While scientists have explored the ability of cannabinoids, extracted from the cannabis sativa plant to treat many medical conditions, Cannabidiol (CBD) use exploded in popularity after a 2013 CNN documentary demonstrated the compound’s success in dramatically reducing seizure activity in a young child with Dravet Syndrome, a form of epilepsy. Rapid research to investigate other treatment applications with CBD soon followed.
History of CBD Medicinal Use
The use of cannabinoids for medicinal purposes dates beck to 2900 BC. In around 1000 BC we know that Egyptians used cannabinoids to treat inflammation, and as an anesthetic when combined with other elements.
It is thought that the cannabis plant had its original roots in a mountain region near the Himalayas. In the 1600’s English settlers brought the cannabis plant to North America for use in the treatment of depression, other mental health issues, headaches, insomnia, and menstrual cramps.
CBD was also historically used as treatment for gout, rheumatism, malaria, pain, and fever. At that time, mainstream western medicine embraced the compound, utilizing it in many different ways.
In the era of alcohol prohibition in the early 1900’s, some states prohibited the cannabis plant however. In the 1950’s, the nation as a whole began to classify cannabis as an illegal substance. This lead to the criminalization of cannabis under the Controlled Substances Act in 1970. In the 1990’s however, after preliminary research, some states began to legalize cannabis once again for medical use, primarily to help control side effects from chemotherapy.
What is CBD and CBD Oil?
Cannabidiol (CBD) is just one of 80 cannabinoids, or chemical compounds found in high concentrations in the cannabis plant. It is not an intoxicant like that of tetrahydrocannabinol or THC that produces a “high” in individuals. CBD oil is a light liquid made from CBD compounds extracted from the cannabis plant. While concentrations generally vary for therapeutic usage these natural substances act on the body’s central nervous system and immune system. Unlike the central cannabinoid, “THC” that alters mood and consciousness, CBD (cannabidiol) has been used to help relieve pain, decrease inflammation, and reduce anxiety. Some studies have also demonstrated cannabinoids’ efficacy in combatting nausea, vomiting, and loss of appetite. Because of this, the mainstream medical community has begun to embrace cannabidiol for therapeutic uses.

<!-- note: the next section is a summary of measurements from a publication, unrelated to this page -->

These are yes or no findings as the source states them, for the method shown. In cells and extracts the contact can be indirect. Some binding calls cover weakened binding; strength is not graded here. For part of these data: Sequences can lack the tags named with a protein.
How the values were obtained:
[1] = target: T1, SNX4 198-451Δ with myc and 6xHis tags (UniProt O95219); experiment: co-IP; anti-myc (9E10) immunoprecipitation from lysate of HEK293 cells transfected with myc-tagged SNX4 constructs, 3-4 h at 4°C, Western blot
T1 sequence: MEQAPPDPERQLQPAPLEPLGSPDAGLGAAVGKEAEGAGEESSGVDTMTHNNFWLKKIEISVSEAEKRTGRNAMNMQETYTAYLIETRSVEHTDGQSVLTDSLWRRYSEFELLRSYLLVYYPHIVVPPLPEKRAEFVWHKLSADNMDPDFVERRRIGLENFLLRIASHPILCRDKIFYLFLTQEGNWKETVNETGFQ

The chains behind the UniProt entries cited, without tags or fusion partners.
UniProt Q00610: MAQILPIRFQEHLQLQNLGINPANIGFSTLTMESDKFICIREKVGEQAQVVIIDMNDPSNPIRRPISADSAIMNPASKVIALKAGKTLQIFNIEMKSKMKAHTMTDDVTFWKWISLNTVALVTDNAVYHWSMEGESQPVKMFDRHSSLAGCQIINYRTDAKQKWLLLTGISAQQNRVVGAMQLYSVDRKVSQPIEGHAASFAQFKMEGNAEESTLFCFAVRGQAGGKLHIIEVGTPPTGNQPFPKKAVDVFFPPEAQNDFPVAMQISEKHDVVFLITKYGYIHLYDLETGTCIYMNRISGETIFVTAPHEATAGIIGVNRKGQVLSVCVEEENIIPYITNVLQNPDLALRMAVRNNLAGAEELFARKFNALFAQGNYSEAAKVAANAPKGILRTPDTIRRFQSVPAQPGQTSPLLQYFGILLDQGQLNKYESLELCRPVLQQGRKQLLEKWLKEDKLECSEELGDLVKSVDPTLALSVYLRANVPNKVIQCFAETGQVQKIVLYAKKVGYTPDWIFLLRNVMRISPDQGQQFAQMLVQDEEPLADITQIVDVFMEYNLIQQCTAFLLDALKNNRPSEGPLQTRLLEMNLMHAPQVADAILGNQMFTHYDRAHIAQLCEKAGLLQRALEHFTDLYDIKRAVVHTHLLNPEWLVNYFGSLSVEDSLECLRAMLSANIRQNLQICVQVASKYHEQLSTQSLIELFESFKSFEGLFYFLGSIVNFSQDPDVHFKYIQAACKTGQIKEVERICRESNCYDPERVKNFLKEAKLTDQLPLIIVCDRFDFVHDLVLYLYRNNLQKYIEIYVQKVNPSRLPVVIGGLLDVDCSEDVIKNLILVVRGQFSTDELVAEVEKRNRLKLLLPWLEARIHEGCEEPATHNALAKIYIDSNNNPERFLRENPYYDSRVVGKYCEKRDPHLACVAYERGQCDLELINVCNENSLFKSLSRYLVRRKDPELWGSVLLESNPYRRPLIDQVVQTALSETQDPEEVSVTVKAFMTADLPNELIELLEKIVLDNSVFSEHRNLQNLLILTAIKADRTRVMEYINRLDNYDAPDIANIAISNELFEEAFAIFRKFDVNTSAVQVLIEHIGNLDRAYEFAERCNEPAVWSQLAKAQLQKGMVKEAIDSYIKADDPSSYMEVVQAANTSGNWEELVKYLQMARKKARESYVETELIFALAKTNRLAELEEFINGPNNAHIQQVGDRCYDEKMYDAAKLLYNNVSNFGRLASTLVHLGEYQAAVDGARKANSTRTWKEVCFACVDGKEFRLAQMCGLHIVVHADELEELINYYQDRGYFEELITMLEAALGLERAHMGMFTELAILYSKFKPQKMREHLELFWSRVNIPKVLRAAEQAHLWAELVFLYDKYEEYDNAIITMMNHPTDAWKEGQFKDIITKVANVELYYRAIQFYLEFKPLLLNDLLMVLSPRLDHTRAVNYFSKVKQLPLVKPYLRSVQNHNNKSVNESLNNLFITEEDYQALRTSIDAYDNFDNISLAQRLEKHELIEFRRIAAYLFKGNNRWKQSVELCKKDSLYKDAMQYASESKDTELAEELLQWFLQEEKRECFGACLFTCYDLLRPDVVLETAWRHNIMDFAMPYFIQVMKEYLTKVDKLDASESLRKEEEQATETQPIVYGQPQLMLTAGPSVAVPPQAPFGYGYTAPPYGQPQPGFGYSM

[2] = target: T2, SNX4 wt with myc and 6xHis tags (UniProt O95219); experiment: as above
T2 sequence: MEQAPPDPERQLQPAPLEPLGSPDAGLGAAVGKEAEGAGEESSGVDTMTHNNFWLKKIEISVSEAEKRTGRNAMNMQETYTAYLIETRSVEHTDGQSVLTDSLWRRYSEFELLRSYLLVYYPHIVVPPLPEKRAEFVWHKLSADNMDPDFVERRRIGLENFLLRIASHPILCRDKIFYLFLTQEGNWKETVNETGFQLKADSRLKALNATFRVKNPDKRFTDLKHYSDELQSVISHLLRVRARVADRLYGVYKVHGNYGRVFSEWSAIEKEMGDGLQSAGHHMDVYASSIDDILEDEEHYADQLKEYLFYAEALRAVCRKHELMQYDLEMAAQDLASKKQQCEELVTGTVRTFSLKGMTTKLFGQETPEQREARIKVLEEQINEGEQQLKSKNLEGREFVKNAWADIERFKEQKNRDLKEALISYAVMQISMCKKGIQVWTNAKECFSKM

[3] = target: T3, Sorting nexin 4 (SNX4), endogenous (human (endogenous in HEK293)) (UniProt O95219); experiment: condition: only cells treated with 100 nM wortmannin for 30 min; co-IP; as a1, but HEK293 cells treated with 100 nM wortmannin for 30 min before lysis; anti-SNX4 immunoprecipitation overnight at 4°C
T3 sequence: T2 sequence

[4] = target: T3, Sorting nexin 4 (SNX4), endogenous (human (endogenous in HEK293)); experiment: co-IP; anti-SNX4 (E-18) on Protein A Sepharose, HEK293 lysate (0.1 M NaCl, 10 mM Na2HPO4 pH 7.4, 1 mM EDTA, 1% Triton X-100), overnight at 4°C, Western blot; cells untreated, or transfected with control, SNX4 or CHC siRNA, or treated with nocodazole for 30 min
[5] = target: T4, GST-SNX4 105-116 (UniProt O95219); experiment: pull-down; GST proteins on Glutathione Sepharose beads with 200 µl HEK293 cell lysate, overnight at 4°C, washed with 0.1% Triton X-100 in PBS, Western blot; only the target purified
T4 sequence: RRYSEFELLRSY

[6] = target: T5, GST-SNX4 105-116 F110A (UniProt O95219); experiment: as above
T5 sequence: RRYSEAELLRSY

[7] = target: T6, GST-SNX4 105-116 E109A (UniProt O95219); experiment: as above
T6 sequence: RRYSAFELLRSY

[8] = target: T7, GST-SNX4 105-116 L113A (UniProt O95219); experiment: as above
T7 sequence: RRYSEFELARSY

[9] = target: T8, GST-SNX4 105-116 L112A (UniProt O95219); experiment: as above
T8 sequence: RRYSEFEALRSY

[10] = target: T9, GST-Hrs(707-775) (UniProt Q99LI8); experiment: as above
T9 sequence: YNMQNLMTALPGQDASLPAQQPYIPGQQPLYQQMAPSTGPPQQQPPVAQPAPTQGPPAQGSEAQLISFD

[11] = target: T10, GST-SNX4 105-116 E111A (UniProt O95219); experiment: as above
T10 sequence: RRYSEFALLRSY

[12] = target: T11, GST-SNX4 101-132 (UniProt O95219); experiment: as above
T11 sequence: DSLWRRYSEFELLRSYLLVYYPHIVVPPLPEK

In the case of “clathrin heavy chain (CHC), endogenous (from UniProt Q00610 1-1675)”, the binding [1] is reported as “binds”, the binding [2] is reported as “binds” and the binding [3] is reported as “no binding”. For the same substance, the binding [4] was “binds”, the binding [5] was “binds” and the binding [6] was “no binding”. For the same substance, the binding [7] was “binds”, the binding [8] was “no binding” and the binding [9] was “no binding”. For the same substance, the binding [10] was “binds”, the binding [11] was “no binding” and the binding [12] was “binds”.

How is CBD Delivered?
In general, cannabinoids can be delivered topically, orally, by inhalation, or by spray under the tongue and are sold in oil, capsules and powders. CBD is not very water-soluble or easily absorbed by the human body unless combined with another agent such as turmeric.
Healing With CBD and CBD Oil
CBD acts on specific receptors and neuropathways in the brain creating many positive, therapeutic opportunities.
CBD may be effective for epilepsy treatment in children who do not respond favorably to medication. In 3 out of 4 small, randomized clinical trials with children, decreased seizure frequency resulted. Further, more in-depth university research is underway at The UAB Epilepsy Center at the University of Alabama at Birmingham and the University of Mississippi Medical Center to substantiate efficacy for treatment of epilepsy.
Neuroprotective and Anti-Inflammatory Effects
CBD may have neuroprotective effects on many neurodegenerative diseases such as, Alzheimer’s, stroke, glutamate toxicity, multiple sclerosis, Parkinson’s disease, and neurodegenerative effects of alcohol due to alcohol abuse.
CBD has been used as a treatment for addiction according to some case studies, including 5 conducted on humans and 9 involving animals. A 2015 review found that cannabinoids associated with CBD act on neurotransmitters involved in tobacco and cannabis dependence. Individuals in the study reported less anxiety after stopping substance use, though more studies in this area are needed.